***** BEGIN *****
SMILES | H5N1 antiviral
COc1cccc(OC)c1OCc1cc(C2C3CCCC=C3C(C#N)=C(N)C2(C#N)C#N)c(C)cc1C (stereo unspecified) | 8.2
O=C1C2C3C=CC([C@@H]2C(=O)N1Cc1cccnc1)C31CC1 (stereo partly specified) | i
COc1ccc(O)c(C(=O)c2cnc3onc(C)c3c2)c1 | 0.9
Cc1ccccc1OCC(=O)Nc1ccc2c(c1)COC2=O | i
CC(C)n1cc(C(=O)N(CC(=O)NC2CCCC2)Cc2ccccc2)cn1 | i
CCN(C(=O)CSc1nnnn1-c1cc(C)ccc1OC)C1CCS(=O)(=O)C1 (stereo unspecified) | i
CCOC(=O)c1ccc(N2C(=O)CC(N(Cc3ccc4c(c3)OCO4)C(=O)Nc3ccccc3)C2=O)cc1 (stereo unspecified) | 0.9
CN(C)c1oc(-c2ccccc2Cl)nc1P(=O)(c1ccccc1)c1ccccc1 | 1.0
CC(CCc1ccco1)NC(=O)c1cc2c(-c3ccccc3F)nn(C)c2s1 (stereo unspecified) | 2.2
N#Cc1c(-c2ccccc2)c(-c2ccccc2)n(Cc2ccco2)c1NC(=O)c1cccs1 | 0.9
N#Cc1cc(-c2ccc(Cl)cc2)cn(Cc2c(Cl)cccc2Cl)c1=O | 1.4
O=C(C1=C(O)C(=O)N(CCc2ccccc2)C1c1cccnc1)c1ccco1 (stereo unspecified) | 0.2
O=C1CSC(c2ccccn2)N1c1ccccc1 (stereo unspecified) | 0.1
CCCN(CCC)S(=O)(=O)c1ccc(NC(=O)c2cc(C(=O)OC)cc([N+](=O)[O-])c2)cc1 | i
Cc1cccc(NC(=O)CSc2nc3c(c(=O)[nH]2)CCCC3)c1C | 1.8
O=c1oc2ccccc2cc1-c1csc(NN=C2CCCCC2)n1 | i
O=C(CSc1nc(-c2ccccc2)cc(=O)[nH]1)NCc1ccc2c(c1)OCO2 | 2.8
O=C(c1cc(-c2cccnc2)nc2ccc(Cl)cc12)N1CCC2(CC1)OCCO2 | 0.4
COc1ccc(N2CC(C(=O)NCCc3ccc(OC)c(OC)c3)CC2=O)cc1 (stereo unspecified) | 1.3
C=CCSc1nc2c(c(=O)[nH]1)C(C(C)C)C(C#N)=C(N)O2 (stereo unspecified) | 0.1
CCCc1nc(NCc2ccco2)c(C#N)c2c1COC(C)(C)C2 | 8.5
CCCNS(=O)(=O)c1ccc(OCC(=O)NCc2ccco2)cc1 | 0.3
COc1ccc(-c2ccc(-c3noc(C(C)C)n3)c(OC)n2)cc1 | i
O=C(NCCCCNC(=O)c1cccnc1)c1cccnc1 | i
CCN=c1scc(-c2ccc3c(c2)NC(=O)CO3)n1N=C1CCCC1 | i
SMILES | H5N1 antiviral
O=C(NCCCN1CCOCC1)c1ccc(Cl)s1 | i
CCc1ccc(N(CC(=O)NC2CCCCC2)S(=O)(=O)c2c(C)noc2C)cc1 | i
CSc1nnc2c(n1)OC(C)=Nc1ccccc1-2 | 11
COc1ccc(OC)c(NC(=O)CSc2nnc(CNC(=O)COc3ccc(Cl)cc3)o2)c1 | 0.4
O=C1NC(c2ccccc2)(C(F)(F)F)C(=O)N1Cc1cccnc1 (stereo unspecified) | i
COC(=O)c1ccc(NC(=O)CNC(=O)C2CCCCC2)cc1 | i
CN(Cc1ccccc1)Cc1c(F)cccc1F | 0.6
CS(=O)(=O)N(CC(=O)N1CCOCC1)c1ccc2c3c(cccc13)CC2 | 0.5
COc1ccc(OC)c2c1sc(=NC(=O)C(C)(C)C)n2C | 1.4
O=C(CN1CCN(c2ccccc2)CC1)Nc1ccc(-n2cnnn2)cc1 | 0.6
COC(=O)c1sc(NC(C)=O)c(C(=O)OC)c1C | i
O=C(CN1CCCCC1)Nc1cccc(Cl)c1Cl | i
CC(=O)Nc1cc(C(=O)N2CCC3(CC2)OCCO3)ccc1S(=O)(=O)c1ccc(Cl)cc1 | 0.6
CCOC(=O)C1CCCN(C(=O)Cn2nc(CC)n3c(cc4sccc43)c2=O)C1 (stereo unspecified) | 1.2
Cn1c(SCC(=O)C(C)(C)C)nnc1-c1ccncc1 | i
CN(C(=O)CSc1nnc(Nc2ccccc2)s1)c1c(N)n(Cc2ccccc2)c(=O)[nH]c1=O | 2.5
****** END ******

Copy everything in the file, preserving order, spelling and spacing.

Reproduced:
SMILES | H5N1 antiviral
COc1cccc(OC)c1OCc1cc(C2C3CCCC=C3C(C#N)=C(N)C2(C#N)C#N)c(C)cc1C (stereo unspecified) | 8.2
O=C1C2C3C=CC([C@@H]2C(=O)N1Cc1cccnc1)C31CC1 (stereo partly specified) | i
COc1ccc(O)c(C(=O)c2cnc3onc(C)c3c2)c1 | 0.9
Cc1ccccc1OCC(=O)Nc1ccc2c(c1)COC2=O | i
CC(C)n1cc(C(=O)N(CC(=O)NC2CCCC2)Cc2ccccc2)cn1 | i
CCN(C(=O)CSc1nnnn1-c1cc(C)ccc1OC)C1CCS(=O)(=O)C1 (stereo unspecified) | i
CCOC(=O)c1ccc(N2C(=O)CC(N(Cc3ccc4c(c3)OCO4)C(=O)Nc3ccccc3)C2=O)cc1 (stereo unspecified) | 0.9
CN(C)c1oc(-c2ccccc2Cl)nc1P(=O)(c1ccccc1)c1ccccc1 | 1.0
CC(CCc1ccco1)NC(=O)c1cc2c(-c3ccccc3F)nn(C)c2s1 (stereo unspecified) | 2.2
N#Cc1c(-c2ccccc2)c(-c2ccccc2)n(Cc2ccco2)c1NC(=O)c1cccs1 | 0.9
N#Cc1cc(-c2ccc(Cl)cc2)cn(Cc2c(Cl)cccc2Cl)c1=O | 1.4
O=C(C1=C(O)C(=O)N(CCc2ccccc2)C1c1cccnc1)c1ccco1 (stereo unspecified) | 0.2
O=C1CSC(c2ccccn2)N1c1ccccc1 (stereo unspecified) | 0.1
CCCN(CCC)S(=O)(=O)c1ccc(NC(=O)c2cc(C(=O)OC)cc([N+](=O)[O-])c2)cc1 | i
Cc1cccc(NC(=O)CSc2nc3c(c(=O)[nH]2)CCCC3)c1C | 1.8
O=c1oc2ccccc2cc1-c1csc(NN=C2CCCCC2)n1 | i
O=C(CSc1nc(-c2ccccc2)cc(=O)[nH]1)NCc1ccc2c(c1)OCO2 | 2.8
O=C(c1cc(-c2cccnc2)nc2ccc(Cl)cc12)N1CCC2(CC1)OCCO2 | 0.4
COc1ccc(N2CC(C(=O)NCCc3ccc(OC)c(OC)c3)CC2=O)cc1 (stereo unspecified) | 1.3
C=CCSc1nc2c(c(=O)[nH]1)C(C(C)C)C(C#N)=C(N)O2 (stereo unspecified) | 0.1
CCCc1nc(NCc2ccco2)c(C#N)c2c1COC(C)(C)C2 | 8.5
CCCNS(=O)(=O)c1ccc(OCC(=O)NCc2ccco2)cc1 | 0.3
COc1ccc(-c2ccc(-c3noc(C(C)C)n3)c(OC)n2)cc1 | i
O=C(NCCCCNC(=O)c1cccnc1)c1cccnc1 | i
CCN=c1scc(-c2ccc3c(c2)NC(=O)CO3)n1N=C1CCCC1 | i
SMILES | H5N1 antiviral
O=C(NCCCN1CCOCC1)c1ccc(Cl)s1 | i
CCc1ccc(N(CC(=O)NC2CCCCC2)S(=O)(=O)c2c(C)noc2C)cc1 | i
CSc1nnc2c(n1)OC(C)=Nc1ccccc1-2 | 11
COc1ccc(OC)c(NC(=O)CSc2nnc(CNC(=O)COc3ccc(Cl)cc3)o2)c1 | 0.4
O=C1NC(c2ccccc2)(C(F)(F)F)C(=O)N1Cc1cccnc1 (stereo unspecified) | i
COC(=O)c1ccc(NC(=O)CNC(=O)C2CCCCC2)cc1 | i
CN(Cc1ccccc1)Cc1c(F)cccc1F | 0.6
CS(=O)(=O)N(CC(=O)N1CCOCC1)c1ccc2c3c(cccc13)CC2 | 0.5
COc1ccc(OC)c2c1sc(=NC(=O)C(C)(C)C)n2C | 1.4
O=C(CN1CCN(c2ccccc2)CC1)Nc1ccc(-n2cnnn2)cc1 | 0.6
COC(=O)c1sc(NC(C)=O)c(C(=O)OC)c1C | i
O=C(CN1CCCCC1)Nc1cccc(Cl)c1Cl | i
CC(=O)Nc1cc(C(=O)N2CCC3(CC2)OCCO3)ccc1S(=O)(=O)c1ccc(Cl)cc1 | 0.6
CCOC(=O)C1CCCN(C(=O)Cn2nc(CC)n3c(cc4sccc43)c2=O)C1 (stereo unspecified) | 1.2
Cn1c(SCC(=O)C(C)(C)C)nnc1-c1ccncc1 | i
CN(C(=O)CSc1nnc(Nc2ccccc2)s1)c1c(N)n(Cc2ccccc2)c(=O)[nH]c1=O | 2.5